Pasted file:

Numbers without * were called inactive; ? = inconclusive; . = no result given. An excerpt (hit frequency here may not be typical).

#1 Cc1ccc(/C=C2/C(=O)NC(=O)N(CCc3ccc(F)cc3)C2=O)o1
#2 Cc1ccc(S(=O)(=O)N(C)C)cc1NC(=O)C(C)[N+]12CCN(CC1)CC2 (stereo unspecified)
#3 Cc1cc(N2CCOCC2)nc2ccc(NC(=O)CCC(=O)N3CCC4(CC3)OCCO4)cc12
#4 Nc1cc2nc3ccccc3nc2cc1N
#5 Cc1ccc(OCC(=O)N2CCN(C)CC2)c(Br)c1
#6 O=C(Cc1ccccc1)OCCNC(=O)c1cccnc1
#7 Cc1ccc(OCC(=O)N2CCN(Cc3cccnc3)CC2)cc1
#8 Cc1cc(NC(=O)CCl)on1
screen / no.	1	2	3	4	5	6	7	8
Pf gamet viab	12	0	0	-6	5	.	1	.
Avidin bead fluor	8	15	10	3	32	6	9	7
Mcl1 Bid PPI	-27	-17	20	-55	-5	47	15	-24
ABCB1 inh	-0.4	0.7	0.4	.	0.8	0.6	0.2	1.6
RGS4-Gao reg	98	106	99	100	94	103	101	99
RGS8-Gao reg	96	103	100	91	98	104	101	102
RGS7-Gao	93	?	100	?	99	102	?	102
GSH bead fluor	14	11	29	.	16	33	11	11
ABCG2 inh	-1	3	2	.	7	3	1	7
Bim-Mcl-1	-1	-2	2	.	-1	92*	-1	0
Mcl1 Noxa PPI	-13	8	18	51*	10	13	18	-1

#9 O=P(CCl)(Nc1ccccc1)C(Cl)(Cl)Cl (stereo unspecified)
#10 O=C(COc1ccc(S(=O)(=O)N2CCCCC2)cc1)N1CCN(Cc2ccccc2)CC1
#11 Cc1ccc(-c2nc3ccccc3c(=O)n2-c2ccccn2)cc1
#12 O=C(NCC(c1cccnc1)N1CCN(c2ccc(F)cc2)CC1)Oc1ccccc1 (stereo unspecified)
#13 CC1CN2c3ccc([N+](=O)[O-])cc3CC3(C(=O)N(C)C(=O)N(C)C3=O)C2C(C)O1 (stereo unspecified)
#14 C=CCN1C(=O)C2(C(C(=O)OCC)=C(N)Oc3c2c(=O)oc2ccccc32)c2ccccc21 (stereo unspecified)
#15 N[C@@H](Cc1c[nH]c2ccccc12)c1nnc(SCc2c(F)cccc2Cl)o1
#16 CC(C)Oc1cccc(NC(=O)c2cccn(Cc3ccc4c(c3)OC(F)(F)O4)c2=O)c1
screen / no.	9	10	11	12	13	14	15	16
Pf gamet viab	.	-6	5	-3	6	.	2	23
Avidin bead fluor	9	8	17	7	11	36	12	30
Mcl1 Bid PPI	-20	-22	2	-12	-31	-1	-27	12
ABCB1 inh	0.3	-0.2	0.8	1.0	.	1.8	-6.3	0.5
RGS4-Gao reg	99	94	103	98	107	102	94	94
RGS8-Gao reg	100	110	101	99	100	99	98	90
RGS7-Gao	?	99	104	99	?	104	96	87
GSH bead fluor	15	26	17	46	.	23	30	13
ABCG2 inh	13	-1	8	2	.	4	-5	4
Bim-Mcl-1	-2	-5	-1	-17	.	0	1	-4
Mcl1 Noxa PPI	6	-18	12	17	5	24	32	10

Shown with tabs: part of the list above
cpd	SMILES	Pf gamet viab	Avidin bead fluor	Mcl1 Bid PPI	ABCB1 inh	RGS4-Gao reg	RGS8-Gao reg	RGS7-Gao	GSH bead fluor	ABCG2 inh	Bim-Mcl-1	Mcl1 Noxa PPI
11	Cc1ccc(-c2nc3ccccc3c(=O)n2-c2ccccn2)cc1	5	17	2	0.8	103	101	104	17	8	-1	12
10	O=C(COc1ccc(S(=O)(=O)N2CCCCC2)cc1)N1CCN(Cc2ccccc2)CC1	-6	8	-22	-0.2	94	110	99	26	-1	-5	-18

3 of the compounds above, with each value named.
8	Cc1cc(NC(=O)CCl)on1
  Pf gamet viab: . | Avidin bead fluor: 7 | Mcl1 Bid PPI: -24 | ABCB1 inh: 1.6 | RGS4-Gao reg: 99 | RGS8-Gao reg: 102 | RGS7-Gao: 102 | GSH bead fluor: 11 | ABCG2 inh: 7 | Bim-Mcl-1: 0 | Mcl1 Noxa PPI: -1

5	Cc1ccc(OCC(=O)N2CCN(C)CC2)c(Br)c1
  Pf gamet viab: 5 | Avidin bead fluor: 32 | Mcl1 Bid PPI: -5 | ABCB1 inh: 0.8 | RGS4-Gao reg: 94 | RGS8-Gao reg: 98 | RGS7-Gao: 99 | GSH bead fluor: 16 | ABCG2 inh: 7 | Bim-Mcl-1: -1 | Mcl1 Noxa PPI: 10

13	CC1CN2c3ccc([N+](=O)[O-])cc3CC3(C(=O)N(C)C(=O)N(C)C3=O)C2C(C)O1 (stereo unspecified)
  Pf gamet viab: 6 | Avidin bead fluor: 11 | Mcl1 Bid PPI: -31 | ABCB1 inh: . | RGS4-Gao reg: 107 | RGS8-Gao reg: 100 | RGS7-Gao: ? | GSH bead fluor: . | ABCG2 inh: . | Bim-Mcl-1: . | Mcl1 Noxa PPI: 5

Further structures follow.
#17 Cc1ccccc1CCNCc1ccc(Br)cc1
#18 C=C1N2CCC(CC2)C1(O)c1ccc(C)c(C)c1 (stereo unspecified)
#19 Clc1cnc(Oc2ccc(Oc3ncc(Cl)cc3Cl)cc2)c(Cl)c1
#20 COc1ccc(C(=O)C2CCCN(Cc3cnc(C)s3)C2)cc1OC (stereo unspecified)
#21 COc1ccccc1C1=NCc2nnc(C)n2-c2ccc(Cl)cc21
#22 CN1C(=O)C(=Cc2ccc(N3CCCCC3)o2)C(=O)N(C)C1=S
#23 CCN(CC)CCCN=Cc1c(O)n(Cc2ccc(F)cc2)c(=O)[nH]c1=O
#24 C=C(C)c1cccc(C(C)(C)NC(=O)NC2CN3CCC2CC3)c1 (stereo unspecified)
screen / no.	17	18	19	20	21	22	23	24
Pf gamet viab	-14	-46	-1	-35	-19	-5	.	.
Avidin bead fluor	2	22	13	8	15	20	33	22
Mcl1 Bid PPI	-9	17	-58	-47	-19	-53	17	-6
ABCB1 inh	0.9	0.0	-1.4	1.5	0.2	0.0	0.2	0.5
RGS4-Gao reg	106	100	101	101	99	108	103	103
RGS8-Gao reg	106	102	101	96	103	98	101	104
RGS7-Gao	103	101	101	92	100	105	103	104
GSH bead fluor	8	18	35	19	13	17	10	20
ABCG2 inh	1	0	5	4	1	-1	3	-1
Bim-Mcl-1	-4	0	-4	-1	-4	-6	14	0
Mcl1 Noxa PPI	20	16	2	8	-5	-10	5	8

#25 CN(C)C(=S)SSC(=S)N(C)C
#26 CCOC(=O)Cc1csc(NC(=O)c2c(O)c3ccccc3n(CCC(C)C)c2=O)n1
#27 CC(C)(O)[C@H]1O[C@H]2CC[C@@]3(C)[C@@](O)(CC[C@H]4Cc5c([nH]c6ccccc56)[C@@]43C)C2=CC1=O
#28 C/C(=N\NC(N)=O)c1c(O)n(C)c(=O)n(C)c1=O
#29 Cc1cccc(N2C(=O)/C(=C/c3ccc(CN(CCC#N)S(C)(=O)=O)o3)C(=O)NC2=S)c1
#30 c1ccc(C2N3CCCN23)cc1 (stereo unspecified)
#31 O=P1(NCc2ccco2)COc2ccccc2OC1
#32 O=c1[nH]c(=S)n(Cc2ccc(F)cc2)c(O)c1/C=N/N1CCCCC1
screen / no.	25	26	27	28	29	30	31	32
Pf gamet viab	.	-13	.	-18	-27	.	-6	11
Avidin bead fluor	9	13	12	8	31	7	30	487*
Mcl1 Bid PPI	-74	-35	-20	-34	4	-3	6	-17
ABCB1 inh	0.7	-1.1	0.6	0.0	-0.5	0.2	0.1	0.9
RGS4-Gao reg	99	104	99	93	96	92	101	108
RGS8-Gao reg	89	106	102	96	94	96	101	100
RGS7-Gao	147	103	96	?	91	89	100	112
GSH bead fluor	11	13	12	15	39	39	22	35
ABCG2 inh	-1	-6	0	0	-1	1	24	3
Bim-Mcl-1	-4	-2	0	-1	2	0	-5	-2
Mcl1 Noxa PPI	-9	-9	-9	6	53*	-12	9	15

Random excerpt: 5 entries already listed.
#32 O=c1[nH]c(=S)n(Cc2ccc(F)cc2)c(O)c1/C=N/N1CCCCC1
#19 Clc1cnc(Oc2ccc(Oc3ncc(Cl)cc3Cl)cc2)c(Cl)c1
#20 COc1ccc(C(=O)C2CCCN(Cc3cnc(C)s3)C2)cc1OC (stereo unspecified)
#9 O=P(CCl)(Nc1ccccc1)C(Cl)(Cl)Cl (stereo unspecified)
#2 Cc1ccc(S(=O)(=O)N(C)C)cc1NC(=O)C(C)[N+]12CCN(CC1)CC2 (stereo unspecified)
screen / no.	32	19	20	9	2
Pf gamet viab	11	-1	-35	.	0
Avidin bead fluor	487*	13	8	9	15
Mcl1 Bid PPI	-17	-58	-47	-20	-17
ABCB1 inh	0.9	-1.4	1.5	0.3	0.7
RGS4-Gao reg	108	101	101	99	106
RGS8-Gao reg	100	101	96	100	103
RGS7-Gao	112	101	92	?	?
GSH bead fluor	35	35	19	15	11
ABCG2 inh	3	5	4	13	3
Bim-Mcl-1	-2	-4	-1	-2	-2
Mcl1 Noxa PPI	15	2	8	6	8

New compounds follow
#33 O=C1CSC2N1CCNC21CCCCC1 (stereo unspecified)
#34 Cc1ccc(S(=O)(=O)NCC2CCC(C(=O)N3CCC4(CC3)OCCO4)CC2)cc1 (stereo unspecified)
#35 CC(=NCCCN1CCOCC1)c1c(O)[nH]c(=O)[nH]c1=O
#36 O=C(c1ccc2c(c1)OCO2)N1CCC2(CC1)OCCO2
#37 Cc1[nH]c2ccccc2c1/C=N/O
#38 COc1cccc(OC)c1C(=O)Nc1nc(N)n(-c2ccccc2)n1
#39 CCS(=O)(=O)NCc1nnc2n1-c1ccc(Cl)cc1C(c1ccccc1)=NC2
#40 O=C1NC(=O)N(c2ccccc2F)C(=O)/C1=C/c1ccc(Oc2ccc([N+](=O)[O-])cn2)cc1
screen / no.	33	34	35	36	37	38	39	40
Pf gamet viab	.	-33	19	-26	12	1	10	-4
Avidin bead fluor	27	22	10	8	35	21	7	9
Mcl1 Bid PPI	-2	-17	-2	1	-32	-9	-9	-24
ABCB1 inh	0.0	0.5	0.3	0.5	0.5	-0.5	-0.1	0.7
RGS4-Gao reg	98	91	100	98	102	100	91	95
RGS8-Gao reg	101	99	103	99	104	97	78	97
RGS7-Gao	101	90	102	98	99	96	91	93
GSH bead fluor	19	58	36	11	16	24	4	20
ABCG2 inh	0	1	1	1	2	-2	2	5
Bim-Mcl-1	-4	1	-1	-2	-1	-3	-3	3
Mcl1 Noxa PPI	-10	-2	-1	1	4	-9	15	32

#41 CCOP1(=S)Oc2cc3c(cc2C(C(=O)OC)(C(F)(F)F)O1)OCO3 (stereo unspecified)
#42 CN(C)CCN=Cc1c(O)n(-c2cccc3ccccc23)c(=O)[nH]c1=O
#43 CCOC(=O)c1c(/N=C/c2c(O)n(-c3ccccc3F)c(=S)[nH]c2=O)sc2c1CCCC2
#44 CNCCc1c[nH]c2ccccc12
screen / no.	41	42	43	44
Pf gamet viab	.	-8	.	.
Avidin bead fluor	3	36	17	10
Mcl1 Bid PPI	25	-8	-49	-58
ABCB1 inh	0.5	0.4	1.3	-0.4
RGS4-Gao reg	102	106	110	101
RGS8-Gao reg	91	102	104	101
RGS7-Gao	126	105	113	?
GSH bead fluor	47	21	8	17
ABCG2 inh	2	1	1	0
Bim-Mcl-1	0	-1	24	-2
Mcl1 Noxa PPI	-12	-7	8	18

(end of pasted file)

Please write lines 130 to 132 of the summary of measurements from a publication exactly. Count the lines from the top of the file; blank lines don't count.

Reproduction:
ABCG2 inh	0	1	1	1	2	-2	2	5
Bim-Mcl-1	-4	1	-1	-2	-1	-3	-3	3
Mcl1 Noxa PPI	-10	-2	-1	1	4	-9	15	32